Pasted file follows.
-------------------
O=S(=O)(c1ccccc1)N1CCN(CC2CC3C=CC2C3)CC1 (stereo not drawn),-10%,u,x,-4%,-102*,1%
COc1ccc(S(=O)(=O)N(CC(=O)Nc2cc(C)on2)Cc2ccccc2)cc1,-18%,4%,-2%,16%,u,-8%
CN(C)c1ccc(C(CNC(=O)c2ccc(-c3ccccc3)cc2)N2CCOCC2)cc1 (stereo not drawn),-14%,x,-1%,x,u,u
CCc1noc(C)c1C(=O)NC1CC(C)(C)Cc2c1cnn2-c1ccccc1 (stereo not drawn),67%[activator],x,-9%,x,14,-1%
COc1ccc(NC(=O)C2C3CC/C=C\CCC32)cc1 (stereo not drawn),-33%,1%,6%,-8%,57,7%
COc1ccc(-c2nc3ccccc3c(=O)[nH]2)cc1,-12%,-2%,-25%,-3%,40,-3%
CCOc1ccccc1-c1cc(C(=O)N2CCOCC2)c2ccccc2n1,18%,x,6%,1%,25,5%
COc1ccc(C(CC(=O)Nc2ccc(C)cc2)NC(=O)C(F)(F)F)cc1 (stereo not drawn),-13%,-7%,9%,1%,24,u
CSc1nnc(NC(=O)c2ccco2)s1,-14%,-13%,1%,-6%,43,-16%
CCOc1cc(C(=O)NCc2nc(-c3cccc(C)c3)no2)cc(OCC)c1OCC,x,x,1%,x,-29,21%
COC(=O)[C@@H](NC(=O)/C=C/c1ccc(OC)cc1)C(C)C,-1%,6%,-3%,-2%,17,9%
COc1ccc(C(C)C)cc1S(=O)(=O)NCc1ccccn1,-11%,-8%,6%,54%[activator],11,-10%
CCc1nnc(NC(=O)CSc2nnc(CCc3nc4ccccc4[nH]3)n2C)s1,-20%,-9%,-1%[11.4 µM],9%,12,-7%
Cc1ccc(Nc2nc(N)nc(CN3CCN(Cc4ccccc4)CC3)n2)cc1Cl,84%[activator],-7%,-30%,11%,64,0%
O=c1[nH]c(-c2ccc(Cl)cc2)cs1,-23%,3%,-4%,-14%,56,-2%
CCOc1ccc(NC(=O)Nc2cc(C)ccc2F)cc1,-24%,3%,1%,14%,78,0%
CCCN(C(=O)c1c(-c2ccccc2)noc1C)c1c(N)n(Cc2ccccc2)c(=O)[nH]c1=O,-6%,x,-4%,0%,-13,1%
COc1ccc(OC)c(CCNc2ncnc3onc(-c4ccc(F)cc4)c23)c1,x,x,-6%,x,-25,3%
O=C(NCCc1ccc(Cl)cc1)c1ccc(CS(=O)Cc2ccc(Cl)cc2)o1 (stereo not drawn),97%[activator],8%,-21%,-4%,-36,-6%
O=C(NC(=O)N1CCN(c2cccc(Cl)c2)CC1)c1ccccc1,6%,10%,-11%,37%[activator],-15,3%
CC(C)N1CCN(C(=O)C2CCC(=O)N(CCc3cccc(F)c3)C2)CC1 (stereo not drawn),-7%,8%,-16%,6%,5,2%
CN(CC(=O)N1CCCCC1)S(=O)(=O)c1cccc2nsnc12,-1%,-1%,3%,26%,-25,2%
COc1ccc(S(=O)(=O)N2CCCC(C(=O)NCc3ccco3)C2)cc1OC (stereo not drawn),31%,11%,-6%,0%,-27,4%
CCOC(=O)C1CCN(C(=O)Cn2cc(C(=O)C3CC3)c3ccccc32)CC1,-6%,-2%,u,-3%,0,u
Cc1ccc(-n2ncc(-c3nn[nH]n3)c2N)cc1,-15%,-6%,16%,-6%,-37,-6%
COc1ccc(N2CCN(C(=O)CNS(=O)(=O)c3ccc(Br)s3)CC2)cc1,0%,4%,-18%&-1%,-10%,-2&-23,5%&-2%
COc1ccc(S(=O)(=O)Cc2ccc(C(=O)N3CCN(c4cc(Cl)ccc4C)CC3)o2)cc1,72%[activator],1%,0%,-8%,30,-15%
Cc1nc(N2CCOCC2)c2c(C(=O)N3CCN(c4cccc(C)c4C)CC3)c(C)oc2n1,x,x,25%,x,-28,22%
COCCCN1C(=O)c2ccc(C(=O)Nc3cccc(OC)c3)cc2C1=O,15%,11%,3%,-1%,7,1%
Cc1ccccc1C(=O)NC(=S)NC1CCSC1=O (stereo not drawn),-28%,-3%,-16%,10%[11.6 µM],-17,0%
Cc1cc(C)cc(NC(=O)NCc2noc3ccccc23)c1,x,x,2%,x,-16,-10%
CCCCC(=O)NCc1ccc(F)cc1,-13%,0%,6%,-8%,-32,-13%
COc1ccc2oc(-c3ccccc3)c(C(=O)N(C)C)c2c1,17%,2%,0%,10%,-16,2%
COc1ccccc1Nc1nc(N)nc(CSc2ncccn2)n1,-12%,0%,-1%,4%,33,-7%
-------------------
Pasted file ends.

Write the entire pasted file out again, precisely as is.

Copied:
O=S(=O)(c1ccccc1)N1CCN(CC2CC3C=CC2C3)CC1 (stereo not drawn),-10%,u,x,-4%,-102*,1%
COc1ccc(S(=O)(=O)N(CC(=O)Nc2cc(C)on2)Cc2ccccc2)cc1,-18%,4%,-2%,16%,u,-8%
CN(C)c1ccc(C(CNC(=O)c2ccc(-c3ccccc3)cc2)N2CCOCC2)cc1 (stereo not drawn),-14%,x,-1%,x,u,u
CCc1noc(C)c1C(=O)NC1CC(C)(C)Cc2c1cnn2-c1ccccc1 (stereo not drawn),67%[activator],x,-9%,x,14,-1%
COc1ccc(NC(=O)C2C3CC/C=C\CCC32)cc1 (stereo not drawn),-33%,1%,6%,-8%,57,7%
COc1ccc(-c2nc3ccccc3c(=O)[nH]2)cc1,-12%,-2%,-25%,-3%,40,-3%
CCOc1ccccc1-c1cc(C(=O)N2CCOCC2)c2ccccc2n1,18%,x,6%,1%,25,5%
COc1ccc(C(CC(=O)Nc2ccc(C)cc2)NC(=O)C(F)(F)F)cc1 (stereo not drawn),-13%,-7%,9%,1%,24,u
CSc1nnc(NC(=O)c2ccco2)s1,-14%,-13%,1%,-6%,43,-16%
CCOc1cc(C(=O)NCc2nc(-c3cccc(C)c3)no2)cc(OCC)c1OCC,x,x,1%,x,-29,21%
COC(=O)[C@@H](NC(=O)/C=C/c1ccc(OC)cc1)C(C)C,-1%,6%,-3%,-2%,17,9%
COc1ccc(C(C)C)cc1S(=O)(=O)NCc1ccccn1,-11%,-8%,6%,54%[activator],11,-10%
CCc1nnc(NC(=O)CSc2nnc(CCc3nc4ccccc4[nH]3)n2C)s1,-20%,-9%,-1%[11.4 µM],9%,12,-7%
Cc1ccc(Nc2nc(N)nc(CN3CCN(Cc4ccccc4)CC3)n2)cc1Cl,84%[activator],-7%,-30%,11%,64,0%
O=c1[nH]c(-c2ccc(Cl)cc2)cs1,-23%,3%,-4%,-14%,56,-2%
CCOc1ccc(NC(=O)Nc2cc(C)ccc2F)cc1,-24%,3%,1%,14%,78,0%
CCCN(C(=O)c1c(-c2ccccc2)noc1C)c1c(N)n(Cc2ccccc2)c(=O)[nH]c1=O,-6%,x,-4%,0%,-13,1%
COc1ccc(OC)c(CCNc2ncnc3onc(-c4ccc(F)cc4)c23)c1,x,x,-6%,x,-25,3%
O=C(NCCc1ccc(Cl)cc1)c1ccc(CS(=O)Cc2ccc(Cl)cc2)o1 (stereo not drawn),97%[activator],8%,-21%,-4%,-36,-6%
O=C(NC(=O)N1CCN(c2cccc(Cl)c2)CC1)c1ccccc1,6%,10%,-11%,37%[activator],-15,3%
CC(C)N1CCN(C(=O)C2CCC(=O)N(CCc3cccc(F)c3)C2)CC1 (stereo not drawn),-7%,8%,-16%,6%,5,2%
CN(CC(=O)N1CCCCC1)S(=O)(=O)c1cccc2nsnc12,-1%,-1%,3%,26%,-25,2%
COc1ccc(S(=O)(=O)N2CCCC(C(=O)NCc3ccco3)C2)cc1OC (stereo not drawn),31%,11%,-6%,0%,-27,4%
CCOC(=O)C1CCN(C(=O)Cn2cc(C(=O)C3CC3)c3ccccc32)CC1,-6%,-2%,u,-3%,0,u
Cc1ccc(-n2ncc(-c3nn[nH]n3)c2N)cc1,-15%,-6%,16%,-6%,-37,-6%
COc1ccc(N2CCN(C(=O)CNS(=O)(=O)c3ccc(Br)s3)CC2)cc1,0%,4%,-18%&-1%,-10%,-2&-23,5%&-2%
COc1ccc(S(=O)(=O)Cc2ccc(C(=O)N3CCN(c4cc(Cl)ccc4C)CC3)o2)cc1,72%[activator],1%,0%,-8%,30,-15%
Cc1nc(N2CCOCC2)c2c(C(=O)N3CCN(c4cccc(C)c4C)CC3)c(C)oc2n1,x,x,25%,x,-28,22%
COCCCN1C(=O)c2ccc(C(=O)Nc3cccc(OC)c3)cc2C1=O,15%,11%,3%,-1%,7,1%
Cc1ccccc1C(=O)NC(=S)NC1CCSC1=O (stereo not drawn),-28%,-3%,-16%,10%[11.6 µM],-17,0%
Cc1cc(C)cc(NC(=O)NCc2noc3ccccc23)c1,x,x,2%,x,-16,-10%
CCCCC(=O)NCc1ccc(F)cc1,-13%,0%,6%,-8%,-32,-13%
COc1ccc2oc(-c3ccccc3)c(C(=O)N(C)C)c2c1,17%,2%,0%,10%,-16,2%
COc1ccccc1Nc1nc(N)nc(CSc2ncccn2)n1,-12%,0%,-1%,4%,33,-7%